Kallis is a system still in its infancy. All the planetary masses are still forming and cooling. It’s not ideal for colonists and with the exception of some rare metals in unusual concentrations it’s not great for merchants… but all eyes are on the system in the scientific community. As such, the system has no native population or representation in the UEE senate; it is officially governed by a panel of Imperial researchers. The system has been placed under the Fair Chance Act, in order to allow scientists an undisturbed look at the formation of a new system.
The belief is that Kallis may become a jump hub as expansion into this region of the galaxy continues; canny real estate investors would be advised to purchase land deeds immediately.
A small mass believed to be developing into a protoplanet.
A rocky terrestrial world forming between two asteroid belts. Currently shares an orbit with Kallis III
Sharing the same orbital path as Kallis II, scientists are eagerly watching and wondering whether one of the planets will subsume the other.
Kalis IV, survey number DXP-55.7c, has attracted particular attention because of its believed similarity to Earth at this stage of a star system’s formation. Survey teams are observing the planet from orbital stations and spy-eye recon drones twenty-three hours a day and the work is less than thrilling. The potential for studying how an Earth-like planet is formed is exciting, but all parties involved know that it will take tens of thousands of years to gather the necessary data. Black market traders might be advised that the crews manning these posts will be looking for other forms of entertainment to fill their days.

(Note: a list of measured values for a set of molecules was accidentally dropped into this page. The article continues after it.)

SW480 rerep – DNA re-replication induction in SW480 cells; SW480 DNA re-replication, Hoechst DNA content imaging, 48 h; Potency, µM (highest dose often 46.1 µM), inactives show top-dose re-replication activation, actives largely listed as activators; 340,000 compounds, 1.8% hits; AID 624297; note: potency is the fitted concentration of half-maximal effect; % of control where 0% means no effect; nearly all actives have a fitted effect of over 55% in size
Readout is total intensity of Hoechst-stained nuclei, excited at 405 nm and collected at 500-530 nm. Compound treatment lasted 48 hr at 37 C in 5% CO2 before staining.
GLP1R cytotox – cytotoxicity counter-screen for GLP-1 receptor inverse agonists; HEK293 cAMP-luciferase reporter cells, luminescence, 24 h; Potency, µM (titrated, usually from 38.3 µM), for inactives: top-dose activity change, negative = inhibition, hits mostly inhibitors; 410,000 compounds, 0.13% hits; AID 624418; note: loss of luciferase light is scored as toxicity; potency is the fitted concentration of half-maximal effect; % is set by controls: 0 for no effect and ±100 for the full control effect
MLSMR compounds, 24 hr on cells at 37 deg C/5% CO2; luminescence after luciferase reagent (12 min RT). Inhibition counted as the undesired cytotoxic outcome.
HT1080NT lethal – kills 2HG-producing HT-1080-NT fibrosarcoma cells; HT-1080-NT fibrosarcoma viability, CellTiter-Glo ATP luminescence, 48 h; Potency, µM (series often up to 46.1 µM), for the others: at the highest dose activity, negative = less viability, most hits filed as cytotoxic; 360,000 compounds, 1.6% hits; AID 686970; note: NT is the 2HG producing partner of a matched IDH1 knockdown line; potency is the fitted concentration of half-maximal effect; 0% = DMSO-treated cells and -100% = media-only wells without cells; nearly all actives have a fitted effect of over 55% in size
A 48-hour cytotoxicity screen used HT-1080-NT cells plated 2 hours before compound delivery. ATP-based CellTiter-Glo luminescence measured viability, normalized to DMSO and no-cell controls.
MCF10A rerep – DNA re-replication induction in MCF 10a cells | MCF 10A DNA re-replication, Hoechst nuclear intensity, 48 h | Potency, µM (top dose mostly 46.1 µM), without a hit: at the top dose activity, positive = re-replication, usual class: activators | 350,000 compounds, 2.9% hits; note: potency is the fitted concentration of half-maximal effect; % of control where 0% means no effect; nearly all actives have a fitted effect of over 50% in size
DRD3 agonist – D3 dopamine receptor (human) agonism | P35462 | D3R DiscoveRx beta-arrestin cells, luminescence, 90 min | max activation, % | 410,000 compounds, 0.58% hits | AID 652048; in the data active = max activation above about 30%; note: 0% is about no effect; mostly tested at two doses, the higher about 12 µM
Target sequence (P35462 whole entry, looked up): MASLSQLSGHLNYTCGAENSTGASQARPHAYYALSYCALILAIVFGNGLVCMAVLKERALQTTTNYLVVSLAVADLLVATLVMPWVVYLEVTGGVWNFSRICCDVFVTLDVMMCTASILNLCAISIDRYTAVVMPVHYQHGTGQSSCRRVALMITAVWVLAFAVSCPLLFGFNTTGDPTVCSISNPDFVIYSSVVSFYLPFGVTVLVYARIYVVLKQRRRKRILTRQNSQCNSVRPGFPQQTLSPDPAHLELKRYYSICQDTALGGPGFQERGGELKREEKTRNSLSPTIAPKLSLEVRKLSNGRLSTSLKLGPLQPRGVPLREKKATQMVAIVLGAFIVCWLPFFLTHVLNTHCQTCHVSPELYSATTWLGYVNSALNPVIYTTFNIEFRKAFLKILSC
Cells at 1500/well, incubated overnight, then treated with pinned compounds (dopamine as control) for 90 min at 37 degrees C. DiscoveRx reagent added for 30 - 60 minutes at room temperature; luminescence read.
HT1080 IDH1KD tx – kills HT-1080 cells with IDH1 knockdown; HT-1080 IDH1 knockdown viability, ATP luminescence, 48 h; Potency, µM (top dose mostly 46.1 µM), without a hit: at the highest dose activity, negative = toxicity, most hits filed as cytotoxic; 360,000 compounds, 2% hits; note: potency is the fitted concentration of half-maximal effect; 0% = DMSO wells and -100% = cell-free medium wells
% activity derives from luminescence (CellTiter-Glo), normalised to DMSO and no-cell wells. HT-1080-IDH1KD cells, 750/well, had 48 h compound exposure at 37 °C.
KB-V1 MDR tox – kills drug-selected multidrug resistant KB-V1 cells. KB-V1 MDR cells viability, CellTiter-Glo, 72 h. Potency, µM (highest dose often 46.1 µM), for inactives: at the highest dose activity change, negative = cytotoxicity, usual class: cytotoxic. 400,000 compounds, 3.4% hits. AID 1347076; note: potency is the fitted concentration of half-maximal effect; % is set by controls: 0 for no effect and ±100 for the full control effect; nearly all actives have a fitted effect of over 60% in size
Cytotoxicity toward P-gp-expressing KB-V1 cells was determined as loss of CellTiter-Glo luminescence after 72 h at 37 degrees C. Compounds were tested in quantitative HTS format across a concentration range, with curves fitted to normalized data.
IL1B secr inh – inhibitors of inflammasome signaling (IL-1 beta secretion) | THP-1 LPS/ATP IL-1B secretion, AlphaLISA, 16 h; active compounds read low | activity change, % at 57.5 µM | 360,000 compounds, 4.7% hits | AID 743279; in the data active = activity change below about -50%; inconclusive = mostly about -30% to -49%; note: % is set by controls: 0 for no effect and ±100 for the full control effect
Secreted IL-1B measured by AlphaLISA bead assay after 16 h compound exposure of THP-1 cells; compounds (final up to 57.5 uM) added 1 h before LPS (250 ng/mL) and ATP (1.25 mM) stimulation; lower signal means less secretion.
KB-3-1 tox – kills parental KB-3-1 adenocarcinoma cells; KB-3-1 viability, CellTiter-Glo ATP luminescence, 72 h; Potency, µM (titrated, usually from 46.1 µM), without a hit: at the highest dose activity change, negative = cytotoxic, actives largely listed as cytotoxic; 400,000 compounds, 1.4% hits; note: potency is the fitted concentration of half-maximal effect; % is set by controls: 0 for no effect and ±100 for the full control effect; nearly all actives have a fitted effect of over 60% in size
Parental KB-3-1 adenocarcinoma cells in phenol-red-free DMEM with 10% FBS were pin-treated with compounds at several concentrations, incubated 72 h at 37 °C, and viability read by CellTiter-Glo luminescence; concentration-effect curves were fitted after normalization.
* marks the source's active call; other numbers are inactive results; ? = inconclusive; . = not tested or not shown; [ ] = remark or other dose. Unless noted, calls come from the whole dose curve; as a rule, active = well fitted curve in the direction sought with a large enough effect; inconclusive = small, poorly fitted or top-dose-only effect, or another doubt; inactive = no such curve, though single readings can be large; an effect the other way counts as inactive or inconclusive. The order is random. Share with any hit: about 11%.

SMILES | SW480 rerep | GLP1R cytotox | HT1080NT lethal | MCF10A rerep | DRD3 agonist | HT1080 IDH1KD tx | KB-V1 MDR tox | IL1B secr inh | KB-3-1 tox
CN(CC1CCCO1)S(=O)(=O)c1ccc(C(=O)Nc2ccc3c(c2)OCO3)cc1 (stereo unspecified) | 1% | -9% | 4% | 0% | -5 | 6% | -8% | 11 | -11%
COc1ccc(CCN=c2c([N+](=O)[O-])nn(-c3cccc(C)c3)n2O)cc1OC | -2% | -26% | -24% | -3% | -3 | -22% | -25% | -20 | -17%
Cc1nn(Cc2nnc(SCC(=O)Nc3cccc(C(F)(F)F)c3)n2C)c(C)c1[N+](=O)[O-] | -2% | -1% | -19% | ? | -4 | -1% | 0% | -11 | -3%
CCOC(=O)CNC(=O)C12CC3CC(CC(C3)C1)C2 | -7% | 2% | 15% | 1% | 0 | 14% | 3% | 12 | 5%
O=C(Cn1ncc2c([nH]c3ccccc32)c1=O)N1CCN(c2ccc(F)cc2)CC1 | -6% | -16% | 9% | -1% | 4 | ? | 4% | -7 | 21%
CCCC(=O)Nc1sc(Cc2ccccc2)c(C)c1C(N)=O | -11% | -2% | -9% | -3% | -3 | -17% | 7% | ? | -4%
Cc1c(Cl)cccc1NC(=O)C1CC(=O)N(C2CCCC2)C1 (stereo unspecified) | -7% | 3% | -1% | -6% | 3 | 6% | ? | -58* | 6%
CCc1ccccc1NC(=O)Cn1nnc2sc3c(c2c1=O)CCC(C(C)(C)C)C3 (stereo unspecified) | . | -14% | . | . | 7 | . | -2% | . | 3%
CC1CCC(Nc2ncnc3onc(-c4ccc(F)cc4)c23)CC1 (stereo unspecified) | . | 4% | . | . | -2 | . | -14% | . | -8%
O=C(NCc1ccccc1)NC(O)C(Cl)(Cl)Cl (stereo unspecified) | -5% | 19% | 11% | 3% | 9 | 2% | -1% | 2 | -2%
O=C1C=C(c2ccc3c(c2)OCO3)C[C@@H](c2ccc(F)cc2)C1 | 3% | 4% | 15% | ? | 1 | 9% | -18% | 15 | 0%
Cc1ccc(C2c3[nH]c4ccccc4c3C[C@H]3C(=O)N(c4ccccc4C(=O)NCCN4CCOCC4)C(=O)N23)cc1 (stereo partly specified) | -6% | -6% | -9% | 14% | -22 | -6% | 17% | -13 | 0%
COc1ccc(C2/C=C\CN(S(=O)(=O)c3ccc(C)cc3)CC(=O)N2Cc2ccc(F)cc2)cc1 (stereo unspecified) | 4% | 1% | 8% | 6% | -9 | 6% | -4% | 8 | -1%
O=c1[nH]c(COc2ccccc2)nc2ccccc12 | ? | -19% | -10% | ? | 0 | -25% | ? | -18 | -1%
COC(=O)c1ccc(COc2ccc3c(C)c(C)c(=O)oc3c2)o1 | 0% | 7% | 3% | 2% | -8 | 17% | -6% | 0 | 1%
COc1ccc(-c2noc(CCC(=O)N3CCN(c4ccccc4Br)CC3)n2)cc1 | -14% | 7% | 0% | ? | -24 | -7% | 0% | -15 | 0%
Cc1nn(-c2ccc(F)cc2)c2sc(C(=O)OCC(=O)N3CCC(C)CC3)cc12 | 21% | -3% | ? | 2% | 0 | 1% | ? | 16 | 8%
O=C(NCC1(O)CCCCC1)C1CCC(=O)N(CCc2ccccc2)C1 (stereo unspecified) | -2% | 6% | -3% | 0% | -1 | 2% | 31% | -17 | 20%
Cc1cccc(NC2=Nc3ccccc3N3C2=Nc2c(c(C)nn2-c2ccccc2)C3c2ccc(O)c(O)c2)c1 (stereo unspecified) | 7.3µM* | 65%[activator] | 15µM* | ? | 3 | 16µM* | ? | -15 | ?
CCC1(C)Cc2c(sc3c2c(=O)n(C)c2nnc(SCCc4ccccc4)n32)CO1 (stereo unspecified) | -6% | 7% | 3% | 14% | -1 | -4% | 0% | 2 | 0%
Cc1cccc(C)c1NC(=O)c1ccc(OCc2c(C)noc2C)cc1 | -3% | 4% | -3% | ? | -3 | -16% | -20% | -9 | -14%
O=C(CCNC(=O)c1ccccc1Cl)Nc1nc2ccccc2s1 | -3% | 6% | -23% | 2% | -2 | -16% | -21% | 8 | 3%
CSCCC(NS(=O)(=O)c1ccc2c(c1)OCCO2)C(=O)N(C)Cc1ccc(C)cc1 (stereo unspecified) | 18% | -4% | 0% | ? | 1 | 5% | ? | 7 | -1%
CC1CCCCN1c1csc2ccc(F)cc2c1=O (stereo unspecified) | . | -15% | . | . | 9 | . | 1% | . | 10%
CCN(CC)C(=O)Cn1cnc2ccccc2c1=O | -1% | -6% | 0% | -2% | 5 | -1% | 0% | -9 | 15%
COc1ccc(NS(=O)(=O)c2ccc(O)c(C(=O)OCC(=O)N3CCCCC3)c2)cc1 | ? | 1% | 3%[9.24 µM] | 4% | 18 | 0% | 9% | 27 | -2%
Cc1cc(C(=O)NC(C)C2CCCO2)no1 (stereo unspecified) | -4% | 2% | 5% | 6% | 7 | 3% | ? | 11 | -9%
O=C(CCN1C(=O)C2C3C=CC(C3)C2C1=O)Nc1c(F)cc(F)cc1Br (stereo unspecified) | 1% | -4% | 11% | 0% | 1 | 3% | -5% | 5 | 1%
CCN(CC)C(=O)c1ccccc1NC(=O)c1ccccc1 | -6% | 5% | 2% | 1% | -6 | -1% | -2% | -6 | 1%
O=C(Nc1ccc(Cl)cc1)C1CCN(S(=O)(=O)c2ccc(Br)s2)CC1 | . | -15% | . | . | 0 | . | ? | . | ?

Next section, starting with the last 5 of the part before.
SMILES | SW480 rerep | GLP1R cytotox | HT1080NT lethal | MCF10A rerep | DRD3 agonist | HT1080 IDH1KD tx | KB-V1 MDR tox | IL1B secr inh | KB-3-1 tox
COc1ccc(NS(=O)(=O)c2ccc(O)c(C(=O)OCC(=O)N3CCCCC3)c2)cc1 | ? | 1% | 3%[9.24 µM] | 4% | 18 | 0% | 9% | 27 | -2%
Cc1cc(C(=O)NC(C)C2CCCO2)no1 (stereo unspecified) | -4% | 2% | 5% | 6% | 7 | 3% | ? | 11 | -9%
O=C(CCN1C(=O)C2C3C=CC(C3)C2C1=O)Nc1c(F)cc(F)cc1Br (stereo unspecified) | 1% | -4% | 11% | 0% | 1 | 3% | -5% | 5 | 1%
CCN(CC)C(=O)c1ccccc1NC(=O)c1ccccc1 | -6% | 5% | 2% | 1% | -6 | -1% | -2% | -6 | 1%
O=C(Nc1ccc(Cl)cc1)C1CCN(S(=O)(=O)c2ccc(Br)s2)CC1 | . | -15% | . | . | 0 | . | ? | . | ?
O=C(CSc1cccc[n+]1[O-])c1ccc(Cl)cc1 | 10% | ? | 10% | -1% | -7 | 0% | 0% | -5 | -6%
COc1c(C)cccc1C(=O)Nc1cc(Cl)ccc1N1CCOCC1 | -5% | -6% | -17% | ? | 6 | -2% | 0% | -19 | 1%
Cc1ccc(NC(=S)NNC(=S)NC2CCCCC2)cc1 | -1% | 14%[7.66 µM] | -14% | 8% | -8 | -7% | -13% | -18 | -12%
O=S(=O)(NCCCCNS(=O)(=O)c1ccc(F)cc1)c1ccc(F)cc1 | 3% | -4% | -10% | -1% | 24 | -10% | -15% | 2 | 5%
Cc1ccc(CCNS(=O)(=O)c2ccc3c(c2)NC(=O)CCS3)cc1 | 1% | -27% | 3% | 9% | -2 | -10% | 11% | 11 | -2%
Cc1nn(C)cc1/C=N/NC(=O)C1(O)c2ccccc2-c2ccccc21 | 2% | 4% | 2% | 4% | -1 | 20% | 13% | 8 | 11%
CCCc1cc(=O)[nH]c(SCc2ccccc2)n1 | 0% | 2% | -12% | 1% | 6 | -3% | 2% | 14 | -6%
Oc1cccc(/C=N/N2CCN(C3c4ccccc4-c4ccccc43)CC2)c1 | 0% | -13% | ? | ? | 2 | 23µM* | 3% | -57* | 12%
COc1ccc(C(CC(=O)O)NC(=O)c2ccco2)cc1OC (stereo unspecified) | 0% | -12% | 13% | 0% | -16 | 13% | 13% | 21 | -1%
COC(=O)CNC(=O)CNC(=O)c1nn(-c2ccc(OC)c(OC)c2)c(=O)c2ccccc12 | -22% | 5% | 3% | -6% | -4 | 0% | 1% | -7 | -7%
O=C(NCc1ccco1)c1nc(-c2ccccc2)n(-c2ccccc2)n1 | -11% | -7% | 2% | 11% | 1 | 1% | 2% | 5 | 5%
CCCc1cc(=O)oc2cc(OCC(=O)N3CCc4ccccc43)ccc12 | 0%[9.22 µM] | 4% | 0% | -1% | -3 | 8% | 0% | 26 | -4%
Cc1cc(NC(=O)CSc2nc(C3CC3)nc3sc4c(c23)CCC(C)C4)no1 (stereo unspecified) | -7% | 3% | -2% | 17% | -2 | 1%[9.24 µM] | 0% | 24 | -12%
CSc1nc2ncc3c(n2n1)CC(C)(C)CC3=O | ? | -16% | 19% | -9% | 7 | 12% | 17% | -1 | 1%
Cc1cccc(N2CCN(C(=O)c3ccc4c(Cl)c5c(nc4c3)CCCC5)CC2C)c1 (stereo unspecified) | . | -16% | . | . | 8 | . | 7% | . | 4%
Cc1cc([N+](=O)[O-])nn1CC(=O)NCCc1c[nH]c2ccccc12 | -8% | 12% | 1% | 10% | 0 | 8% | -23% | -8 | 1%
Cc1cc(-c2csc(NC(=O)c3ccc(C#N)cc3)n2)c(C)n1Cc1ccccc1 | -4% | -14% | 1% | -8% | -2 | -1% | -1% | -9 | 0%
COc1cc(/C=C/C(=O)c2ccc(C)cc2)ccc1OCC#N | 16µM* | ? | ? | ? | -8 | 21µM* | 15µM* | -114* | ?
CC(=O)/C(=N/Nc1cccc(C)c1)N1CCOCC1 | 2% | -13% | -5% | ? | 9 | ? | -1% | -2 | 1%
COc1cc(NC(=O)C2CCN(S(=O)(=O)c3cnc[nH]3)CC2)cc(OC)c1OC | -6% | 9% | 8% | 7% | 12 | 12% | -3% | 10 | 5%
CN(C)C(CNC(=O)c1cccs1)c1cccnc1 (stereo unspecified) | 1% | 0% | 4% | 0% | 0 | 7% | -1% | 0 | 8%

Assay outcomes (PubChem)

A rocky terrestrial planet without an atmosphere. It is believed that a massive meteor strike created the accretion disc swirling around this world. The coalescing debris has scientists hypothesizing that the disk may form into a moon.
A forming terrestrial, carbon planet still early in its development.
Kallis’ 7th planet, a gas giant, has been identified as a potential refueling station, although only a small Lagrange platform currently exists there. Scientists are watching this burgeoning gas giant's atmosphere closely to study storm formations.
Witnessing the formation of this ice giant is of great interest to the scientific community, as there are still debates as to the exact process. Composed of heavier metal than normal gas giants, it is currently believed that Kallis VIII formed closer to the star before being gravitationally scattered outward to its current orbit.
This small dwarf's planet surface is a barren icy tundra dotted with active cryovolcanoes that spew freezing magma into the tumultuous ammonia-rich atmosphere. Scientists theorize that Kallis IX will slowly grow dormant over the next few millennia.
Ob station Gryphon
An observation post for scientists studying the system.